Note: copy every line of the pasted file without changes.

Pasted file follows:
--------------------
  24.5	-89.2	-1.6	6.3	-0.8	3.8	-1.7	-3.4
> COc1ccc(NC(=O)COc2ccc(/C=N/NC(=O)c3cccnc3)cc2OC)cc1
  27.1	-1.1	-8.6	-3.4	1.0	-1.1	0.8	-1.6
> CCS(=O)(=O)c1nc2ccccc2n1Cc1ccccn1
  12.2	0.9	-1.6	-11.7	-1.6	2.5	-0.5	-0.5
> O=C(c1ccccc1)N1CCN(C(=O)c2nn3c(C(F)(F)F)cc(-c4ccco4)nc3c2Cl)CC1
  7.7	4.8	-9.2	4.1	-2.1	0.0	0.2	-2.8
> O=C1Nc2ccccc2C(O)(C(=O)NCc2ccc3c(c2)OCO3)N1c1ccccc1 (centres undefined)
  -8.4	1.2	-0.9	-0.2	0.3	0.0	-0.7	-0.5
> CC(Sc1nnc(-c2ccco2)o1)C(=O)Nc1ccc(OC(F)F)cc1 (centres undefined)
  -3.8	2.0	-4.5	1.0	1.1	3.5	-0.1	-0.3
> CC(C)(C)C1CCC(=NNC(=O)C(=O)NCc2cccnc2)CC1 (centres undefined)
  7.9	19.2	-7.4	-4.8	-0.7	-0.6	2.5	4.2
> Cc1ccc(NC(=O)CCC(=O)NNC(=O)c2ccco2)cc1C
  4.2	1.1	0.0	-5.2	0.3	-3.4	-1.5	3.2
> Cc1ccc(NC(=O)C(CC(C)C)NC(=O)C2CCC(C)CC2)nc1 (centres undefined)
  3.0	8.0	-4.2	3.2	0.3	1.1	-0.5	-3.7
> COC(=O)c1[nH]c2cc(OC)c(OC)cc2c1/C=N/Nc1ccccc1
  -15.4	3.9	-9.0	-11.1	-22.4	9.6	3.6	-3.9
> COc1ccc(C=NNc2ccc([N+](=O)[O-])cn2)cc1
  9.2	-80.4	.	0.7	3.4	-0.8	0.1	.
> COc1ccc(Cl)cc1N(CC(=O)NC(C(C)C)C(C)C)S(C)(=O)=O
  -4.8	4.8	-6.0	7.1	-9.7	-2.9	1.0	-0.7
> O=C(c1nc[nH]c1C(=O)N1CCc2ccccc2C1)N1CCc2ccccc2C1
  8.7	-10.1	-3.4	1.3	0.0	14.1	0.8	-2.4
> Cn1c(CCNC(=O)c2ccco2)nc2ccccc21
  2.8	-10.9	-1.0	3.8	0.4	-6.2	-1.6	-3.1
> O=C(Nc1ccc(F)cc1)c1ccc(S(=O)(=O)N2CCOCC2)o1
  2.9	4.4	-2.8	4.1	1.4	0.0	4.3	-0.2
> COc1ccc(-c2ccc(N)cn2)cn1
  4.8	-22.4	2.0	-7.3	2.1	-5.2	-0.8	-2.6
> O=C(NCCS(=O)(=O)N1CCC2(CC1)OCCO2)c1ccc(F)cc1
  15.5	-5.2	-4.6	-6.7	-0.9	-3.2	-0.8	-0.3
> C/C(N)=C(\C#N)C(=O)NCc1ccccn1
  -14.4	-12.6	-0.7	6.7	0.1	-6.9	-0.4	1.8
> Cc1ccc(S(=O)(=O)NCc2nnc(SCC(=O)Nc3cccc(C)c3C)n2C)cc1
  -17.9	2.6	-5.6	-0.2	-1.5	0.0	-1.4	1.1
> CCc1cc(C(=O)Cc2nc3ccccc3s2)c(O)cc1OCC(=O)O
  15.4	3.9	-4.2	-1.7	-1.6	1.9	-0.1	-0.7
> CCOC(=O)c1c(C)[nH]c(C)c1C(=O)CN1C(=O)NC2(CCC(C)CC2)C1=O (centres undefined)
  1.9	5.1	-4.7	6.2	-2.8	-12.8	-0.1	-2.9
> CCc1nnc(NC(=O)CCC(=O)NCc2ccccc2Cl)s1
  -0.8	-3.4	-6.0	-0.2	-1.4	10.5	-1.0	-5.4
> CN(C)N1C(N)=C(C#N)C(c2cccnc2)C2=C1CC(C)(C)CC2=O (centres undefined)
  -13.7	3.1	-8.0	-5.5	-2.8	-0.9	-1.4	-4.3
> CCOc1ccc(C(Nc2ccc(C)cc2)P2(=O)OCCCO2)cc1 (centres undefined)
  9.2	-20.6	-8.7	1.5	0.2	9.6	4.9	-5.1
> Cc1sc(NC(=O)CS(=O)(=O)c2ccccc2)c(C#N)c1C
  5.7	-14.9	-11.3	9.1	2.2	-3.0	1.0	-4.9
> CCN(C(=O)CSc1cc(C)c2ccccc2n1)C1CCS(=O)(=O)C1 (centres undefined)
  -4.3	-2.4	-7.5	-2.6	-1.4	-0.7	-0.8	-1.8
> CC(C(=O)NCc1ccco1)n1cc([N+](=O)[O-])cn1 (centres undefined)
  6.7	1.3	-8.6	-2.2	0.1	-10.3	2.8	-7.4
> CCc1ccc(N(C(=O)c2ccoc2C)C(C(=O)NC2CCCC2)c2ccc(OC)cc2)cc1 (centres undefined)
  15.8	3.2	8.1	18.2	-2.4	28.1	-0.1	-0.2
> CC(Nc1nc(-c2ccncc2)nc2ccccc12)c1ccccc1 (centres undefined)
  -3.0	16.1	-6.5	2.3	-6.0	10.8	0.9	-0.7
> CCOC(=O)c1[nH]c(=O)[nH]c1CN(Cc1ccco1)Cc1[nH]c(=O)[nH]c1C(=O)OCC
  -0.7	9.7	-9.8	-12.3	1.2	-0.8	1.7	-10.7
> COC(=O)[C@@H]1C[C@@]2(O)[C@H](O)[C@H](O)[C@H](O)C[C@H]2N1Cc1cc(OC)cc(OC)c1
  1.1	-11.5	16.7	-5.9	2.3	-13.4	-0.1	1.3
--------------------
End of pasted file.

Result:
  24.5	-89.2	-1.6	6.3	-0.8	3.8	-1.7	-3.4
> COc1ccc(NC(=O)COc2ccc(/C=N/NC(=O)c3cccnc3)cc2OC)cc1
  27.1	-1.1	-8.6	-3.4	1.0	-1.1	0.8	-1.6
> CCS(=O)(=O)c1nc2ccccc2n1Cc1ccccn1
  12.2	0.9	-1.6	-11.7	-1.6	2.5	-0.5	-0.5
> O=C(c1ccccc1)N1CCN(C(=O)c2nn3c(C(F)(F)F)cc(-c4ccco4)nc3c2Cl)CC1
  7.7	4.8	-9.2	4.1	-2.1	0.0	0.2	-2.8
> O=C1Nc2ccccc2C(O)(C(=O)NCc2ccc3c(c2)OCO3)N1c1ccccc1 (centres undefined)
  -8.4	1.2	-0.9	-0.2	0.3	0.0	-0.7	-0.5
> CC(Sc1nnc(-c2ccco2)o1)C(=O)Nc1ccc(OC(F)F)cc1 (centres undefined)
  -3.8	2.0	-4.5	1.0	1.1	3.5	-0.1	-0.3
> CC(C)(C)C1CCC(=NNC(=O)C(=O)NCc2cccnc2)CC1 (centres undefined)
  7.9	19.2	-7.4	-4.8	-0.7	-0.6	2.5	4.2
> Cc1ccc(NC(=O)CCC(=O)NNC(=O)c2ccco2)cc1C
  4.2	1.1	0.0	-5.2	0.3	-3.4	-1.5	3.2
> Cc1ccc(NC(=O)C(CC(C)C)NC(=O)C2CCC(C)CC2)nc1 (centres undefined)
  3.0	8.0	-4.2	3.2	0.3	1.1	-0.5	-3.7
> COC(=O)c1[nH]c2cc(OC)c(OC)cc2c1/C=N/Nc1ccccc1
  -15.4	3.9	-9.0	-11.1	-22.4	9.6	3.6	-3.9
> COc1ccc(C=NNc2ccc([N+](=O)[O-])cn2)cc1
  9.2	-80.4	.	0.7	3.4	-0.8	0.1	.
> COc1ccc(Cl)cc1N(CC(=O)NC(C(C)C)C(C)C)S(C)(=O)=O
  -4.8	4.8	-6.0	7.1	-9.7	-2.9	1.0	-0.7
> O=C(c1nc[nH]c1C(=O)N1CCc2ccccc2C1)N1CCc2ccccc2C1
  8.7	-10.1	-3.4	1.3	0.0	14.1	0.8	-2.4
> Cn1c(CCNC(=O)c2ccco2)nc2ccccc21
  2.8	-10.9	-1.0	3.8	0.4	-6.2	-1.6	-3.1
> O=C(Nc1ccc(F)cc1)c1ccc(S(=O)(=O)N2CCOCC2)o1
  2.9	4.4	-2.8	4.1	1.4	0.0	4.3	-0.2
> COc1ccc(-c2ccc(N)cn2)cn1
  4.8	-22.4	2.0	-7.3	2.1	-5.2	-0.8	-2.6
> O=C(NCCS(=O)(=O)N1CCC2(CC1)OCCO2)c1ccc(F)cc1
  15.5	-5.2	-4.6	-6.7	-0.9	-3.2	-0.8	-0.3
> C/C(N)=C(\C#N)C(=O)NCc1ccccn1
  -14.4	-12.6	-0.7	6.7	0.1	-6.9	-0.4	1.8
> Cc1ccc(S(=O)(=O)NCc2nnc(SCC(=O)Nc3cccc(C)c3C)n2C)cc1
  -17.9	2.6	-5.6	-0.2	-1.5	0.0	-1.4	1.1
> CCc1cc(C(=O)Cc2nc3ccccc3s2)c(O)cc1OCC(=O)O
  15.4	3.9	-4.2	-1.7	-1.6	1.9	-0.1	-0.7
> CCOC(=O)c1c(C)[nH]c(C)c1C(=O)CN1C(=O)NC2(CCC(C)CC2)C1=O (centres undefined)
  1.9	5.1	-4.7	6.2	-2.8	-12.8	-0.1	-2.9
> CCc1nnc(NC(=O)CCC(=O)NCc2ccccc2Cl)s1
  -0.8	-3.4	-6.0	-0.2	-1.4	10.5	-1.0	-5.4
> CN(C)N1C(N)=C(C#N)C(c2cccnc2)C2=C1CC(C)(C)CC2=O (centres undefined)
  -13.7	3.1	-8.0	-5.5	-2.8	-0.9	-1.4	-4.3
> CCOc1ccc(C(Nc2ccc(C)cc2)P2(=O)OCCCO2)cc1 (centres undefined)
  9.2	-20.6	-8.7	1.5	0.2	9.6	4.9	-5.1
> Cc1sc(NC(=O)CS(=O)(=O)c2ccccc2)c(C#N)c1C
  5.7	-14.9	-11.3	9.1	2.2	-3.0	1.0	-4.9
> CCN(C(=O)CSc1cc(C)c2ccccc2n1)C1CCS(=O)(=O)C1 (centres undefined)
  -4.3	-2.4	-7.5	-2.6	-1.4	-0.7	-0.8	-1.8
> CC(C(=O)NCc1ccco1)n1cc([N+](=O)[O-])cn1 (centres undefined)
  6.7	1.3	-8.6	-2.2	0.1	-10.3	2.8	-7.4
> CCc1ccc(N(C(=O)c2ccoc2C)C(C(=O)NC2CCCC2)c2ccc(OC)cc2)cc1 (centres undefined)
  15.8	3.2	8.1	18.2	-2.4	28.1	-0.1	-0.2
> CC(Nc1nc(-c2ccncc2)nc2ccccc12)c1ccccc1 (centres undefined)
  -3.0	16.1	-6.5	2.3	-6.0	10.8	0.9	-0.7
> CCOC(=O)c1[nH]c(=O)[nH]c1CN(Cc1ccco1)Cc1[nH]c(=O)[nH]c1C(=O)OCC
  -0.7	9.7	-9.8	-12.3	1.2	-0.8	1.7	-10.7
> COC(=O)[C@@H]1C[C@@]2(O)[C@H](O)[C@H](O)[C@H](O)C[C@H]2N1Cc1cc(OC)cc(OC)c1
  1.1	-11.5	16.7	-5.9	2.3	-13.4	-0.1	1.3